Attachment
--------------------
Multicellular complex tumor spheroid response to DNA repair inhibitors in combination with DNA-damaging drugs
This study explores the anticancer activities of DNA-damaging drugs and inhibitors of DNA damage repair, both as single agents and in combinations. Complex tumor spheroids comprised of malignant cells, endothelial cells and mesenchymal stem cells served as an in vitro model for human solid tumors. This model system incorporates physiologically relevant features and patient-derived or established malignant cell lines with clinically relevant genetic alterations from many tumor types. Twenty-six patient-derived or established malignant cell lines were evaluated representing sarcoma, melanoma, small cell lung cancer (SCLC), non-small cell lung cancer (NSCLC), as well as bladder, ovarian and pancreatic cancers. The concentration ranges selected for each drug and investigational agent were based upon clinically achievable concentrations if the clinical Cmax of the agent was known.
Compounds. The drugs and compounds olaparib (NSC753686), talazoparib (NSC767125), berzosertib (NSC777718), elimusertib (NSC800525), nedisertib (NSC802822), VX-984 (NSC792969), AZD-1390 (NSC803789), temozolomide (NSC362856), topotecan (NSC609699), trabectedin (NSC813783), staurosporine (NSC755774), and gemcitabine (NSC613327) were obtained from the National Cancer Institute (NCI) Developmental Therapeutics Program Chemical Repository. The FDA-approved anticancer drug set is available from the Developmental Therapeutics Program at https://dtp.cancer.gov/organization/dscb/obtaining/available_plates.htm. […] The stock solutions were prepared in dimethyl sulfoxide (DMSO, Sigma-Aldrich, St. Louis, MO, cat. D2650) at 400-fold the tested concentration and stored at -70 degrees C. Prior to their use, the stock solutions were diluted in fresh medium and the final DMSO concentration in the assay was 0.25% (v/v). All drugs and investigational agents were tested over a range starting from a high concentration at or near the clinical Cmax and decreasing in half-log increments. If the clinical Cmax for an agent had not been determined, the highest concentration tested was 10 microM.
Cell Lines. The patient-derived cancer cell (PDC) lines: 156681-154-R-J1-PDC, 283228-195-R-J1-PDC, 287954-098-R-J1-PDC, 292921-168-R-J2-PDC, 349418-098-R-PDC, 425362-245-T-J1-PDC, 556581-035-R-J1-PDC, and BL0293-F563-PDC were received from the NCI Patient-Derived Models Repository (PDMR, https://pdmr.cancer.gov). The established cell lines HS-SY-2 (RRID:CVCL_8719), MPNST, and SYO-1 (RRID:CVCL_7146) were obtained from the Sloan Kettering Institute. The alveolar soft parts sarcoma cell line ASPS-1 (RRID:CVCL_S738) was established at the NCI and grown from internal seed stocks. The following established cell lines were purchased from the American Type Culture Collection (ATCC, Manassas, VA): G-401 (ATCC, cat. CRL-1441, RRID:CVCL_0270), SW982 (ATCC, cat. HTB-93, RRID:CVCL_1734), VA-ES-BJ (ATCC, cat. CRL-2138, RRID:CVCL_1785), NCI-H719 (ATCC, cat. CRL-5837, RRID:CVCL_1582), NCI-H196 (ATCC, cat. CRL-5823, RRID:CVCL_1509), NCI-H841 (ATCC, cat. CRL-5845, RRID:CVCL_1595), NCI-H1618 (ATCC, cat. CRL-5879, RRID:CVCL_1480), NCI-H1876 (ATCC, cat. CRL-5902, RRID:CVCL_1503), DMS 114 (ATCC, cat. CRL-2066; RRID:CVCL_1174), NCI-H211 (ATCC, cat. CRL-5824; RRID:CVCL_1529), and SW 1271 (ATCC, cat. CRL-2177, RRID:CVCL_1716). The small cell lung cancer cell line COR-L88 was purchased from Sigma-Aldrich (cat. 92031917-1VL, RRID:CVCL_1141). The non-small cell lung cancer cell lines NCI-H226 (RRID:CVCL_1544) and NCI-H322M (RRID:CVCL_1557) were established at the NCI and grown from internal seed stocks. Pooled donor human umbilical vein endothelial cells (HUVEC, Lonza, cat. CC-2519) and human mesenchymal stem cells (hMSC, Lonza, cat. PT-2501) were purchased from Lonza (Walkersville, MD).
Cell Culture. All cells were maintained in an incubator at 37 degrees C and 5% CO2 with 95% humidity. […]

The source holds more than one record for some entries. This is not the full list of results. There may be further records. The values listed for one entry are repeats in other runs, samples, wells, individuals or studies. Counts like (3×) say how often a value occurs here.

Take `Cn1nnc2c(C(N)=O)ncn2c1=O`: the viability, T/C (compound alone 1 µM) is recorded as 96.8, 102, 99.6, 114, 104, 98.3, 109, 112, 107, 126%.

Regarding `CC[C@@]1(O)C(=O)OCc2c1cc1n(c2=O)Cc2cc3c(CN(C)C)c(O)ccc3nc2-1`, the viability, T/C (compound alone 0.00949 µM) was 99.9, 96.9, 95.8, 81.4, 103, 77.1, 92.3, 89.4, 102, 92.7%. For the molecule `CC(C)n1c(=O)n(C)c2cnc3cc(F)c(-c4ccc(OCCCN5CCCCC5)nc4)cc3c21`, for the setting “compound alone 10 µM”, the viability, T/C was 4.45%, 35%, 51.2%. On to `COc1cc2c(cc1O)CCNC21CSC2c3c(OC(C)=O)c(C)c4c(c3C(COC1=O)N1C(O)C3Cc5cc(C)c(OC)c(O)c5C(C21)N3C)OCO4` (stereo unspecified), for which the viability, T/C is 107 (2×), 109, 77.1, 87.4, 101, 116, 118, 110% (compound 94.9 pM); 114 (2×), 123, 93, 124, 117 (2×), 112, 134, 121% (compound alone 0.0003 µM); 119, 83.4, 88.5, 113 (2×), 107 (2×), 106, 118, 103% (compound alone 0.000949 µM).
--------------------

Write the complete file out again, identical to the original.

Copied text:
Multicellular complex tumor spheroid response to DNA repair inhibitors in combination with DNA-damaging drugs
This study explores the anticancer activities of DNA-damaging drugs and inhibitors of DNA damage repair, both as single agents and in combinations. Complex tumor spheroids comprised of malignant cells, endothelial cells and mesenchymal stem cells served as an in vitro model for human solid tumors. This model system incorporates physiologically relevant features and patient-derived or established malignant cell lines with clinically relevant genetic alterations from many tumor types. Twenty-six patient-derived or established malignant cell lines were evaluated representing sarcoma, melanoma, small cell lung cancer (SCLC), non-small cell lung cancer (NSCLC), as well as bladder, ovarian and pancreatic cancers. The concentration ranges selected for each drug and investigational agent were based upon clinically achievable concentrations if the clinical Cmax of the agent was known.
Compounds. The drugs and compounds olaparib (NSC753686), talazoparib (NSC767125), berzosertib (NSC777718), elimusertib (NSC800525), nedisertib (NSC802822), VX-984 (NSC792969), AZD-1390 (NSC803789), temozolomide (NSC362856), topotecan (NSC609699), trabectedin (NSC813783), staurosporine (NSC755774), and gemcitabine (NSC613327) were obtained from the National Cancer Institute (NCI) Developmental Therapeutics Program Chemical Repository. The FDA-approved anticancer drug set is available from the Developmental Therapeutics Program at https://dtp.cancer.gov/organization/dscb/obtaining/available_plates.htm. […] The stock solutions were prepared in dimethyl sulfoxide (DMSO, Sigma-Aldrich, St. Louis, MO, cat. D2650) at 400-fold the tested concentration and stored at -70 degrees C. Prior to their use, the stock solutions were diluted in fresh medium and the final DMSO concentration in the assay was 0.25% (v/v). All drugs and investigational agents were tested over a range starting from a high concentration at or near the clinical Cmax and decreasing in half-log increments. If the clinical Cmax for an agent had not been determined, the highest concentration tested was 10 microM.
Cell Lines. The patient-derived cancer cell (PDC) lines: 156681-154-R-J1-PDC, 283228-195-R-J1-PDC, 287954-098-R-J1-PDC, 292921-168-R-J2-PDC, 349418-098-R-PDC, 425362-245-T-J1-PDC, 556581-035-R-J1-PDC, and BL0293-F563-PDC were received from the NCI Patient-Derived Models Repository (PDMR, https://pdmr.cancer.gov). The established cell lines HS-SY-2 (RRID:CVCL_8719), MPNST, and SYO-1 (RRID:CVCL_7146) were obtained from the Sloan Kettering Institute. The alveolar soft parts sarcoma cell line ASPS-1 (RRID:CVCL_S738) was established at the NCI and grown from internal seed stocks. The following established cell lines were purchased from the American Type Culture Collection (ATCC, Manassas, VA): G-401 (ATCC, cat. CRL-1441, RRID:CVCL_0270), SW982 (ATCC, cat. HTB-93, RRID:CVCL_1734), VA-ES-BJ (ATCC, cat. CRL-2138, RRID:CVCL_1785), NCI-H719 (ATCC, cat. CRL-5837, RRID:CVCL_1582), NCI-H196 (ATCC, cat. CRL-5823, RRID:CVCL_1509), NCI-H841 (ATCC, cat. CRL-5845, RRID:CVCL_1595), NCI-H1618 (ATCC, cat. CRL-5879, RRID:CVCL_1480), NCI-H1876 (ATCC, cat. CRL-5902, RRID:CVCL_1503), DMS 114 (ATCC, cat. CRL-2066; RRID:CVCL_1174), NCI-H211 (ATCC, cat. CRL-5824; RRID:CVCL_1529), and SW 1271 (ATCC, cat. CRL-2177, RRID:CVCL_1716). The small cell lung cancer cell line COR-L88 was purchased from Sigma-Aldrich (cat. 92031917-1VL, RRID:CVCL_1141). The non-small cell lung cancer cell lines NCI-H226 (RRID:CVCL_1544) and NCI-H322M (RRID:CVCL_1557) were established at the NCI and grown from internal seed stocks. Pooled donor human umbilical vein endothelial cells (HUVEC, Lonza, cat. CC-2519) and human mesenchymal stem cells (hMSC, Lonza, cat. PT-2501) were purchased from Lonza (Walkersville, MD).
Cell Culture. All cells were maintained in an incubator at 37 degrees C and 5% CO2 with 95% humidity. […]

The source holds more than one record for some entries. This is not the full list of results. There may be further records. The values listed for one entry are repeats in other runs, samples, wells, individuals or studies. Counts like (3×) say how often a value occurs here.

Take `Cn1nnc2c(C(N)=O)ncn2c1=O`: the viability, T/C (compound alone 1 µM) is recorded as 96.8, 102, 99.6, 114, 104, 98.3, 109, 112, 107, 126%.

Regarding `CC[C@@]1(O)C(=O)OCc2c1cc1n(c2=O)Cc2cc3c(CN(C)C)c(O)ccc3nc2-1`, the viability, T/C (compound alone 0.00949 µM) was 99.9, 96.9, 95.8, 81.4, 103, 77.1, 92.3, 89.4, 102, 92.7%. For the molecule `CC(C)n1c(=O)n(C)c2cnc3cc(F)c(-c4ccc(OCCCN5CCCCC5)nc4)cc3c21`, for the setting “compound alone 10 µM”, the viability, T/C was 4.45%, 35%, 51.2%. On to `COc1cc2c(cc1O)CCNC21CSC2c3c(OC(C)=O)c(C)c4c(c3C(COC1=O)N1C(O)C3Cc5cc(C)c(OC)c(O)c5C(C21)N3C)OCO4` (stereo unspecified), for which the viability, T/C is 107 (2×), 109, 77.1, 87.4, 101, 116, 118, 110% (compound 94.9 pM); 114 (2×), 123, 93, 124, 117 (2×), 112, 134, 121% (compound alone 0.0003 µM); 119, 83.4, 88.5, 113 (2×), 107 (2×), 106, 118, 103% (compound alone 0.000949 µM).